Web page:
SANTA CLARA, Calif. -- C.J. Beathard got his first extended opportunity to play quarterback for the San Francisco 49ers on Sunday, playing well enough for coach Kyle Shanahan to commit to him moving forward this season.
Beathard enters this week as the starter for the first time, with a chance to establish himself and, perhaps, make the Niners rethink their long-term quarterback plans.
Here's a closer look at the Niners' third-round rookie out of Iowa:
Football runs in the family
Beathard's first career touchdown pass came in the fourth quarter Sunday, when he hit receiver Aldrick Robinson down the right sideline and Robinson evaded a tackle and sneaked into the corner of the end zone. It was a fitting first scoring toss, considering Robinson just so happened to score in the corner of FedEx Field where the name Bobby Beathard hangs in the Redskins' Ring of Fame.
Bobby Beathard is C.J.'s grandfather and one of the most well-known talent evaluators and team builders in league history. Bobby Beathard spent 38 years in the NFL, 22 as general manager in Washington and San Diego. The elder Beathard helped construct a pair of Super Bowl champions and is the contributor finalist for the Pro Football Hall of Fame's 2018 class.
So does country music
In addition to football, the Beathard family has made its mark on the country music scene. Beathard's father, Casey, is an accomplished songwriter, penning songs for well-known country artists such as Kenny Chesney, Billy Ray Cyrus, Trace Adkins and Eric Church. Casey Beathard played wide receiver at Elon College and eventually combined his music talents with his football background to write the gridiron-themed song "The Boys of Fall" for Chesney.
The country music bug has continued to run in the family, with C.J.'s older brother Tucker now a singer-songwriter signed to Dot Records. He released his first single last year. C.J. also has a little bit of his own musical background, playing lead guitar in a band with his brothers that used to play at local talent shows in and around his hometown of Franklin, Tennessee.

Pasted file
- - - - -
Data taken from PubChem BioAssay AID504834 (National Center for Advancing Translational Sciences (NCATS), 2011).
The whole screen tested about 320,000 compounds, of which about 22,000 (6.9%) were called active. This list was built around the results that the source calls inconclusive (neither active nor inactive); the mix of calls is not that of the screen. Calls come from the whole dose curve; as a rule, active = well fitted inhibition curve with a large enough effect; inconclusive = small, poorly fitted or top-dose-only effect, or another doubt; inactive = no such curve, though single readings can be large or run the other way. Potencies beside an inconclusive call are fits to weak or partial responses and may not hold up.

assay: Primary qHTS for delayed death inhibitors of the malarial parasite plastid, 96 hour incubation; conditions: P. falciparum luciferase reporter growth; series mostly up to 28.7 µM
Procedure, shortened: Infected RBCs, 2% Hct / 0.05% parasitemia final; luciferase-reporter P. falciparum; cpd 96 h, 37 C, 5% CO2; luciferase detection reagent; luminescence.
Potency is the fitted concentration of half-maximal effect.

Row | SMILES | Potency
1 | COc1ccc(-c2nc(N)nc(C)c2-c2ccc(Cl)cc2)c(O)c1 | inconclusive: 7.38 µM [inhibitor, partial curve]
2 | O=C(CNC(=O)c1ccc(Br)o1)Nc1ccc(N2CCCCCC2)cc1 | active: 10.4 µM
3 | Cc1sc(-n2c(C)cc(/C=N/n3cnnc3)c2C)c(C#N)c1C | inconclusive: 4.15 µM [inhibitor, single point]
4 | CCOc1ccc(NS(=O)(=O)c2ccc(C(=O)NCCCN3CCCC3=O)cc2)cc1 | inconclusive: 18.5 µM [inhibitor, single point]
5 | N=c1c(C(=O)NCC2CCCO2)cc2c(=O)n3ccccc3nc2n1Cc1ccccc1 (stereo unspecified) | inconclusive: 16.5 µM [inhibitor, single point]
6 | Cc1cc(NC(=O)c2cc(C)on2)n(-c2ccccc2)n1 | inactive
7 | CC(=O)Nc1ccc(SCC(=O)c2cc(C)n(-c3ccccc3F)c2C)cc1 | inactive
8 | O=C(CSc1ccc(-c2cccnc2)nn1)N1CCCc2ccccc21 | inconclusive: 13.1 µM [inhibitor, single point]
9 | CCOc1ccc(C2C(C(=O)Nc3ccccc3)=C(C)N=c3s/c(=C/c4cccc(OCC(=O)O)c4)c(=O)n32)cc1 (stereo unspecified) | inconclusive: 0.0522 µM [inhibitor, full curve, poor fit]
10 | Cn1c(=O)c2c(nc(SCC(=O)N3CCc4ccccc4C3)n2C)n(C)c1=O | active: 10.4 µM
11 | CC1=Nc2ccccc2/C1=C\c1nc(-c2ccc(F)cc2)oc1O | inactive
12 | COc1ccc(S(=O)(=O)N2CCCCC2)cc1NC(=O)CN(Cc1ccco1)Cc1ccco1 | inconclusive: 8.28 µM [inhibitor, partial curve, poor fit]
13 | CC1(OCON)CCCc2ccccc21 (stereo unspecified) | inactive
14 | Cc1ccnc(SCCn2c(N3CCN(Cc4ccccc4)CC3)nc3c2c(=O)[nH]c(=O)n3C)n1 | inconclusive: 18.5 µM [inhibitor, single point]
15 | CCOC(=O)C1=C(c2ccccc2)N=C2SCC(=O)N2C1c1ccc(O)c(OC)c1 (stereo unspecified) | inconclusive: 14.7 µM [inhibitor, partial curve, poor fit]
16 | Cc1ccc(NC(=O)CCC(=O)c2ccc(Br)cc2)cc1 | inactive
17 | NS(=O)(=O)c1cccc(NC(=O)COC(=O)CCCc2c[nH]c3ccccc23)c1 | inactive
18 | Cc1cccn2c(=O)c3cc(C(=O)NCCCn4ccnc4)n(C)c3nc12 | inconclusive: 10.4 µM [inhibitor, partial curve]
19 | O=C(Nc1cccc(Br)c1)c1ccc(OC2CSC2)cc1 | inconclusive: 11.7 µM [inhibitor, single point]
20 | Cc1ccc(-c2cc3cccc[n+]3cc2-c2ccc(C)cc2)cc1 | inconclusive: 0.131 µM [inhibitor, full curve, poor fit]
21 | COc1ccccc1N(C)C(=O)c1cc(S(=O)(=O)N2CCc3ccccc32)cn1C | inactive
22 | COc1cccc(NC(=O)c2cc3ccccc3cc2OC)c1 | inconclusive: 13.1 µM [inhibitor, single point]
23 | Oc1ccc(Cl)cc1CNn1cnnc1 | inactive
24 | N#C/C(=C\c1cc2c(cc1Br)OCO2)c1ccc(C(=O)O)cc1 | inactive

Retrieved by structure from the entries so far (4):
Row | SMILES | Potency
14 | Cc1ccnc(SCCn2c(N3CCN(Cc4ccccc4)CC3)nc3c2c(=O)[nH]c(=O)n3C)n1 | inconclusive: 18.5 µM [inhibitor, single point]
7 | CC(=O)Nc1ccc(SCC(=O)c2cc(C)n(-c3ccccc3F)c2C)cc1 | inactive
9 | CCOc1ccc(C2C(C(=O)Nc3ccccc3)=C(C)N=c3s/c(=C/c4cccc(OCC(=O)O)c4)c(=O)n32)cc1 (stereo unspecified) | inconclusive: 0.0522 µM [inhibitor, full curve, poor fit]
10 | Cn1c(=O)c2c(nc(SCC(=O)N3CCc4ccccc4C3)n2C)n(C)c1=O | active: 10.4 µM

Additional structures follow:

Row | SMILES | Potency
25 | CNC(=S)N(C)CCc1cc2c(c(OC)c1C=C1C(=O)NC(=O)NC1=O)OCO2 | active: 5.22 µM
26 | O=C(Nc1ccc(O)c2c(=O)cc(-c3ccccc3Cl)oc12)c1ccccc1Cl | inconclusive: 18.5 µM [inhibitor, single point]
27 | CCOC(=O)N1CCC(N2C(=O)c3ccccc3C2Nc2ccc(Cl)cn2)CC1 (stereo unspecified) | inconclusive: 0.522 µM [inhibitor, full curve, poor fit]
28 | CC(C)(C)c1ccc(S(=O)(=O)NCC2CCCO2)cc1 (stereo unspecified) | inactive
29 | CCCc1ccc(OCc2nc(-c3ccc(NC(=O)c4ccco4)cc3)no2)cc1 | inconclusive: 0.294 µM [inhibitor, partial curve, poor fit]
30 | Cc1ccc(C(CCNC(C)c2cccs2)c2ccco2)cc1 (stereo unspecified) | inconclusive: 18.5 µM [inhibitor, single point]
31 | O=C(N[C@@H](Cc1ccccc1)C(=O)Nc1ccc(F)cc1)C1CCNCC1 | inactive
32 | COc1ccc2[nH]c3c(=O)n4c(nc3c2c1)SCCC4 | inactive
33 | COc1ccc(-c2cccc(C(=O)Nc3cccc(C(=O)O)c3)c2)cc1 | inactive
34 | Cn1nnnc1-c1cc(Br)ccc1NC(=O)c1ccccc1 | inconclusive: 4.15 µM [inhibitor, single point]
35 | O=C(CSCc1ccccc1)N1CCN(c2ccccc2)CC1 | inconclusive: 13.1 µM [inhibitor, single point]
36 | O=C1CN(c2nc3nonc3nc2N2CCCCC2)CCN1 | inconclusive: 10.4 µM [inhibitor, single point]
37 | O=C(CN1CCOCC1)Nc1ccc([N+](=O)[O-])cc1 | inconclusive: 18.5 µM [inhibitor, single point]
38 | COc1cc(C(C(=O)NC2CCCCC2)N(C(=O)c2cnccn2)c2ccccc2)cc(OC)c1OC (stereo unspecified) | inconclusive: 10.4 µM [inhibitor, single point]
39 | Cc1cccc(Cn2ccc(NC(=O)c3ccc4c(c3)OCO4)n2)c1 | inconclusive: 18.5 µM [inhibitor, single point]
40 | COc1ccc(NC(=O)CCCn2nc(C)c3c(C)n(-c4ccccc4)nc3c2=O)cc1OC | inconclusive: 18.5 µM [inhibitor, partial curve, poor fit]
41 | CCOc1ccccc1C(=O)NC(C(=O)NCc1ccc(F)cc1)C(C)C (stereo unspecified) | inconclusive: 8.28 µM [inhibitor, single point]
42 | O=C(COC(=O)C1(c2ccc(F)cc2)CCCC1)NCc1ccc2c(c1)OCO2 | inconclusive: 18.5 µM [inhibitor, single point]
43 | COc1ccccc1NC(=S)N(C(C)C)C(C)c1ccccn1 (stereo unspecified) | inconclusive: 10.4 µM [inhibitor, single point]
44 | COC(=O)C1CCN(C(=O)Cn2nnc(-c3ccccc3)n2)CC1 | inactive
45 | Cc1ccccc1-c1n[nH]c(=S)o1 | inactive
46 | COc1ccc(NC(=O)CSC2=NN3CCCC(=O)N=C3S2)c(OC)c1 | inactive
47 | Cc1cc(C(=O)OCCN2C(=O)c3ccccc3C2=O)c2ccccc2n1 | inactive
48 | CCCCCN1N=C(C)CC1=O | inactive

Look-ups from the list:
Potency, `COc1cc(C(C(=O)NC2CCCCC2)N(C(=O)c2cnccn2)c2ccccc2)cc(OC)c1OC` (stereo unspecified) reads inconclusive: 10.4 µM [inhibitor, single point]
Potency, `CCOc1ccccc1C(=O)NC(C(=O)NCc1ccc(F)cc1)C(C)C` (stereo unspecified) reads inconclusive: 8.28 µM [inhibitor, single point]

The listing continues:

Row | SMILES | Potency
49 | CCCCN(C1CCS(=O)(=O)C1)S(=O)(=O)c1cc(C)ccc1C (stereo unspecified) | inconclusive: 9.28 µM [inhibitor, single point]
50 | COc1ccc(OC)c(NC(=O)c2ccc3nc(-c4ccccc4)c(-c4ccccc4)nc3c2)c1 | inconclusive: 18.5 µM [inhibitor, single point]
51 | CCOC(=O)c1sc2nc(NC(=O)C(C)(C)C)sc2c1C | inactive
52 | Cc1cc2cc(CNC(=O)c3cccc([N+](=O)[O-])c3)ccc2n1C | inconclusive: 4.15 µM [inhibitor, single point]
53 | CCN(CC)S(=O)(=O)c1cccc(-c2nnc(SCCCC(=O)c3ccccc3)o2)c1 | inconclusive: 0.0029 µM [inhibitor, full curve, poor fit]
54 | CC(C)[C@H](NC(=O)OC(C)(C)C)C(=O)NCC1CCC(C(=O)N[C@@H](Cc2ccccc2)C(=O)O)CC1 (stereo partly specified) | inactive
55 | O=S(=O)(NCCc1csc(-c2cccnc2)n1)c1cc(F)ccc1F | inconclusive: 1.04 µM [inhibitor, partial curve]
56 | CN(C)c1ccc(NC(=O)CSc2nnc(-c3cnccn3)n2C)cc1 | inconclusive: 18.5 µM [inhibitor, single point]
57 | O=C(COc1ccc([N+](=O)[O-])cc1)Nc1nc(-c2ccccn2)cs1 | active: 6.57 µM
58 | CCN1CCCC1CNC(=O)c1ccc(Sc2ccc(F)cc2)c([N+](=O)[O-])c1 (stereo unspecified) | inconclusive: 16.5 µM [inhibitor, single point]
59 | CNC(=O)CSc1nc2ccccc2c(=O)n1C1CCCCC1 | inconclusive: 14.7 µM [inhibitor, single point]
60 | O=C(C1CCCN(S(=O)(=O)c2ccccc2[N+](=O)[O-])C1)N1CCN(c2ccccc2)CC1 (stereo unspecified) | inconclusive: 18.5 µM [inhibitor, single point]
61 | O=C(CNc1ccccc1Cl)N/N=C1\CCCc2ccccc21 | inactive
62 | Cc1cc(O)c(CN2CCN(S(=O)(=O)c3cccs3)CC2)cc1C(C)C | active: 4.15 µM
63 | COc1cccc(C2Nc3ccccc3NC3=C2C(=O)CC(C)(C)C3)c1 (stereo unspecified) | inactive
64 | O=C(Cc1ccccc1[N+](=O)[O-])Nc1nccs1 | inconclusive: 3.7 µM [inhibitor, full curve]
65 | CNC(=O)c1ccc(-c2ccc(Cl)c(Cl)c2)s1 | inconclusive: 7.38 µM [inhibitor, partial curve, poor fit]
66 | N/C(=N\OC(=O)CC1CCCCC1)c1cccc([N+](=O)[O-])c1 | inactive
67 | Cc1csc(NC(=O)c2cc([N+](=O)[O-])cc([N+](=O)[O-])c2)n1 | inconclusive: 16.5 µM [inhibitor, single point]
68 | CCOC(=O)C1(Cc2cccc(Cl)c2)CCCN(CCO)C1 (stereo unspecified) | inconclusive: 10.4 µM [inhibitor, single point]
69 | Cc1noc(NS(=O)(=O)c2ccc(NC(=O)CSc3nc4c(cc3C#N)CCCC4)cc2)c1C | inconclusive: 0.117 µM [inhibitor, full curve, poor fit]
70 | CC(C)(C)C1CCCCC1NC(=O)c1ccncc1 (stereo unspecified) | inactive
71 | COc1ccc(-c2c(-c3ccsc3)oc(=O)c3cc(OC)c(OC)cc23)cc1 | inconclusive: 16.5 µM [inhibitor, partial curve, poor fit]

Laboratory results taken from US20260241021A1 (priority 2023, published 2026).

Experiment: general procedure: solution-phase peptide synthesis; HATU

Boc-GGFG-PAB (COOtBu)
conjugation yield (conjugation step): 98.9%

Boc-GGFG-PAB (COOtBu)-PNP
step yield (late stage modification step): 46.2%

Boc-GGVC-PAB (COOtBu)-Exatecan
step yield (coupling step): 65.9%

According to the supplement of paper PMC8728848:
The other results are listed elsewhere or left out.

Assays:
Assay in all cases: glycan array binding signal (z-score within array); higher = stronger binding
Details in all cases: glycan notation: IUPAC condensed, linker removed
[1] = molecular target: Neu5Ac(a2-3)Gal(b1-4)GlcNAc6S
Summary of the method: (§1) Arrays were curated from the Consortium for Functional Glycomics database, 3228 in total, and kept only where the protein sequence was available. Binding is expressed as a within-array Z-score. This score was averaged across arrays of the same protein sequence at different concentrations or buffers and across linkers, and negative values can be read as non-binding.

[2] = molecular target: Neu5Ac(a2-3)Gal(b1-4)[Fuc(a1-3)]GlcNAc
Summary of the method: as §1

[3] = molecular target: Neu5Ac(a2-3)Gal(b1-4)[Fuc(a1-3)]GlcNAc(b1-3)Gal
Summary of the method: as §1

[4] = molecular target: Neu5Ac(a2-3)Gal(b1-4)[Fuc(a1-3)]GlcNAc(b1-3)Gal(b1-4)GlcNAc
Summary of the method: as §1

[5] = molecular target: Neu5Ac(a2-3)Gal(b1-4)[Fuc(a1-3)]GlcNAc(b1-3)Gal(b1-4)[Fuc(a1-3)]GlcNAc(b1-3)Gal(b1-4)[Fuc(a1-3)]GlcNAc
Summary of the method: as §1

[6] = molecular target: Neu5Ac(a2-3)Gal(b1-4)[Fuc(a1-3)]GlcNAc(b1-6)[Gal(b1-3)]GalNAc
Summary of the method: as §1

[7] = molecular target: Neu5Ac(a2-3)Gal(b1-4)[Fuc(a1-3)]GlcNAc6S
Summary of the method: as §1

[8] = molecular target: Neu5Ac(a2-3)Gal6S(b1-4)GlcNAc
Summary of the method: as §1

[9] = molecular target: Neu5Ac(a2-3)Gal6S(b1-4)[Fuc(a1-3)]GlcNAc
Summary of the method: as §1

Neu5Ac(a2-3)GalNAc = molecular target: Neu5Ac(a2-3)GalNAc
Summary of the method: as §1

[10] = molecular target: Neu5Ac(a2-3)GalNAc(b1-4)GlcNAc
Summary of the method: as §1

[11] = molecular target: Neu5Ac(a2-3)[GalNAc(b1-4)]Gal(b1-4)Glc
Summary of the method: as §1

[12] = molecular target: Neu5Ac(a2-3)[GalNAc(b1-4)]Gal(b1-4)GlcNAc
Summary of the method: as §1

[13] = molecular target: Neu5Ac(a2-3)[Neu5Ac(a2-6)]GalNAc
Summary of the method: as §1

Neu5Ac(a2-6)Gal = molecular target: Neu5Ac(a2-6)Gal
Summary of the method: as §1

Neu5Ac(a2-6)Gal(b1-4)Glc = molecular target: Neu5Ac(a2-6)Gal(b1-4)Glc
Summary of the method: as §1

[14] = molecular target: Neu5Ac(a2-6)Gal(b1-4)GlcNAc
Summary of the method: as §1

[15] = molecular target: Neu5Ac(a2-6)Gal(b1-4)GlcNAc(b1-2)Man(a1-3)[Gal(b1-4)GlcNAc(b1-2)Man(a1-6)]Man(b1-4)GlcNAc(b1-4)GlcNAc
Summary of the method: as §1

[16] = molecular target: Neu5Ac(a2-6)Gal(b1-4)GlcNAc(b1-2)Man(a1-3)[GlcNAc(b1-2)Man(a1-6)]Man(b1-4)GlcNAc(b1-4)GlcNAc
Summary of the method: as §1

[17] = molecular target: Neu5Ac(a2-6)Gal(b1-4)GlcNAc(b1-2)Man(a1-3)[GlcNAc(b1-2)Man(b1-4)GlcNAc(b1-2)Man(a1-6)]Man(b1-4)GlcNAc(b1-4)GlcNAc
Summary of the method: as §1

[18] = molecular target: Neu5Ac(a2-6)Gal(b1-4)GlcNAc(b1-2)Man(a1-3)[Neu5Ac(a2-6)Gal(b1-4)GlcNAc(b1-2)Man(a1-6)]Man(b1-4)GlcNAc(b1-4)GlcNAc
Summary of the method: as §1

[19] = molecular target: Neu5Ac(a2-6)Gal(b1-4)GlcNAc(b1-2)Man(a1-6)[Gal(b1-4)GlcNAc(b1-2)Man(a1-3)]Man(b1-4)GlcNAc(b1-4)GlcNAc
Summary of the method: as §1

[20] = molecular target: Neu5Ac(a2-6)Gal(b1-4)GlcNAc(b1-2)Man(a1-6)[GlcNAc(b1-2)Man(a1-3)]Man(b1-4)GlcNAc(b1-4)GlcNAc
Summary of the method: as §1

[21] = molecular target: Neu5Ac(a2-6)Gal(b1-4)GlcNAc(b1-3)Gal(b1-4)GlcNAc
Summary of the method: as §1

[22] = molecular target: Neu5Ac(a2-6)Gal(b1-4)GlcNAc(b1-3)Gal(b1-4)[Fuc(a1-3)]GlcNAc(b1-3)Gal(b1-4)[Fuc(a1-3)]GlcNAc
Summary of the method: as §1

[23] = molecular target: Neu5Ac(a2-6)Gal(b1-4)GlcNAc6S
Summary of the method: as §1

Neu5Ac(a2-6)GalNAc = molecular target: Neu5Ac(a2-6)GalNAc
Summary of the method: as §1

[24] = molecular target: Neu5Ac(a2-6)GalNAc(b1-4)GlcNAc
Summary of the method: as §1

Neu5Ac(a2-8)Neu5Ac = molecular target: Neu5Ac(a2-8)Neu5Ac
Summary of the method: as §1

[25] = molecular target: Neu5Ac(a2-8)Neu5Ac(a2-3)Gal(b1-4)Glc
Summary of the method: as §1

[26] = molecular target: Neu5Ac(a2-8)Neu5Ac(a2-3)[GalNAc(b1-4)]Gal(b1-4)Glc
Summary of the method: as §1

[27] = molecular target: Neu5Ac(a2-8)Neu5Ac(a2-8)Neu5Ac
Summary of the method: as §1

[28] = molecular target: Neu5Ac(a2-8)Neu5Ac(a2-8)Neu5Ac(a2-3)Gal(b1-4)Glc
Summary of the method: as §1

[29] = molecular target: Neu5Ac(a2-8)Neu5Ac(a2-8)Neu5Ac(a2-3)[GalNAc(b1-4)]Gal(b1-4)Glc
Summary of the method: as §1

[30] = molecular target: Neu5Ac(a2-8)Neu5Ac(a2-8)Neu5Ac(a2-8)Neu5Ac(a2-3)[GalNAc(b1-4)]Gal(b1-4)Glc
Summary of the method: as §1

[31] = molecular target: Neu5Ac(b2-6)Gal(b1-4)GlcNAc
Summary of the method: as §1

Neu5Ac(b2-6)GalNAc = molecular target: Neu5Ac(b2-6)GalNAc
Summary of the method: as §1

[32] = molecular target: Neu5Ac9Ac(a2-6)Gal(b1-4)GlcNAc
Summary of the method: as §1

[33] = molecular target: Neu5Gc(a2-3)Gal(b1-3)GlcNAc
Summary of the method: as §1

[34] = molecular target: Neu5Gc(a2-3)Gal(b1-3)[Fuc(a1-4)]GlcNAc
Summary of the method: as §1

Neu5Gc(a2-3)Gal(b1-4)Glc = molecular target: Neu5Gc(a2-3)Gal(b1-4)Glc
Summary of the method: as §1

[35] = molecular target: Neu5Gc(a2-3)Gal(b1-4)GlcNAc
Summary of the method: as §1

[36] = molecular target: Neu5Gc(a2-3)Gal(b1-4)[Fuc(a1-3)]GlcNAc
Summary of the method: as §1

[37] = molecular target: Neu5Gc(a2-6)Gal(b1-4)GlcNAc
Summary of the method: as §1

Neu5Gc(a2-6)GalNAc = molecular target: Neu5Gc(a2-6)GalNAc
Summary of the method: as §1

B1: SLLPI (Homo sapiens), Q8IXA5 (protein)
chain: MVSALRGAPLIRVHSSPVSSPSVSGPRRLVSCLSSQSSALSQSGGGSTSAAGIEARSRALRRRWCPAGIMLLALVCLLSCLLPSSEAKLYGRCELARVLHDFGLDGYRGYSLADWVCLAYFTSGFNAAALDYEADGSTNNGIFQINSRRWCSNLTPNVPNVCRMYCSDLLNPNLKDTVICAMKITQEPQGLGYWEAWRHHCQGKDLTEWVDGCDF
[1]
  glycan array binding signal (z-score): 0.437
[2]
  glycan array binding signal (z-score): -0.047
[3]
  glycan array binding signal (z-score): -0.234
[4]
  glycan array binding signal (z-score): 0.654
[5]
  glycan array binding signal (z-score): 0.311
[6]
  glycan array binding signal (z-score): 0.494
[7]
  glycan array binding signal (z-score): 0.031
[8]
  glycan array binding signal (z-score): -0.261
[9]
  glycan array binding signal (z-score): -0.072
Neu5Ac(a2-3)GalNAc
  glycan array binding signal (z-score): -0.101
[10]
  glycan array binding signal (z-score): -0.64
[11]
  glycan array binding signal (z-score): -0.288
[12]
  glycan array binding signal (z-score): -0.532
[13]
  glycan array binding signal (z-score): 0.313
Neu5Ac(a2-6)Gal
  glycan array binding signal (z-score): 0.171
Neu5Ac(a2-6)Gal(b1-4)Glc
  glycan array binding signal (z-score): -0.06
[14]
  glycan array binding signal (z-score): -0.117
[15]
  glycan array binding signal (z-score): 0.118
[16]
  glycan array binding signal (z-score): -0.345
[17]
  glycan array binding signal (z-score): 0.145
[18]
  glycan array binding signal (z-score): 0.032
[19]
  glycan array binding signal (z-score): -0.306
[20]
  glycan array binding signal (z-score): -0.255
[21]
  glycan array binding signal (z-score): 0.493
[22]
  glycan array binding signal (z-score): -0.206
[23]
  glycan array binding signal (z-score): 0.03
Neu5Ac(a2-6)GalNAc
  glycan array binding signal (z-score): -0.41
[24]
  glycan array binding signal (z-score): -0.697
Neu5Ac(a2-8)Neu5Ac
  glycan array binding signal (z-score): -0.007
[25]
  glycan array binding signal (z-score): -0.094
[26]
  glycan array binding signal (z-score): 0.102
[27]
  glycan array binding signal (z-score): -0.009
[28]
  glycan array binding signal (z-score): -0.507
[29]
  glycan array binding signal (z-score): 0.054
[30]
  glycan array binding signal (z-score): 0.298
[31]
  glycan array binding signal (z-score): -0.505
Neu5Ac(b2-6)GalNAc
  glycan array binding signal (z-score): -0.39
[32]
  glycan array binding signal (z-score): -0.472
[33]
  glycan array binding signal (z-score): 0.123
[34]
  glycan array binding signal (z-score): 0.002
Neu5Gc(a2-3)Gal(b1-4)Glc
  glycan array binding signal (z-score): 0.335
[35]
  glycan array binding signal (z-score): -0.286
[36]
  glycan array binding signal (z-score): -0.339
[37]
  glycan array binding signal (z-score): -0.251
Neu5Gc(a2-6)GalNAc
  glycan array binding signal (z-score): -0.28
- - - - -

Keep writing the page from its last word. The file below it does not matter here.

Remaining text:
In need of a quarterback to develop in this year's NFL draft, Shanahan and the Niners passed on every signal-caller available to them in the first two-plus rounds. Seemingly out of nowhere, the 49ers surprised much of the NFL world by trading back into the end of the third round to select Beathard. Beathard wasn't on many radars, and those who project where players might land in the draft had him pegged as a late-round choice.
But Shanahan hand-picked Beathard, in large part because Beathard played in a pro-style offense at Iowa and came with all the intangibles he was looking for in a young quarterback. That Big Ten background in a pro-style offense and his status as a mid-round pick led some to wonder if he could be Shanahan's West Coast version of Kirk Cousins, who had a similar résumé when Shanahan and his father were in Washington and drafted him in the middle rounds in 2012.
"Sunshine" no more
During his time in Iowa City, Beathard was dubbed "Sunshine" because his long, flowing, blonde hair bore a striking resemblance to that of quarterback Ronnie "Sunshine" Bass in the movie "Remember the Titans." Alas, the nickname was no longer apropos in 2015, after Beathard cut his hair off and donated it to Wigs for Kids, a nonprofit that makes free wigs for children who have lost their hair because of illness.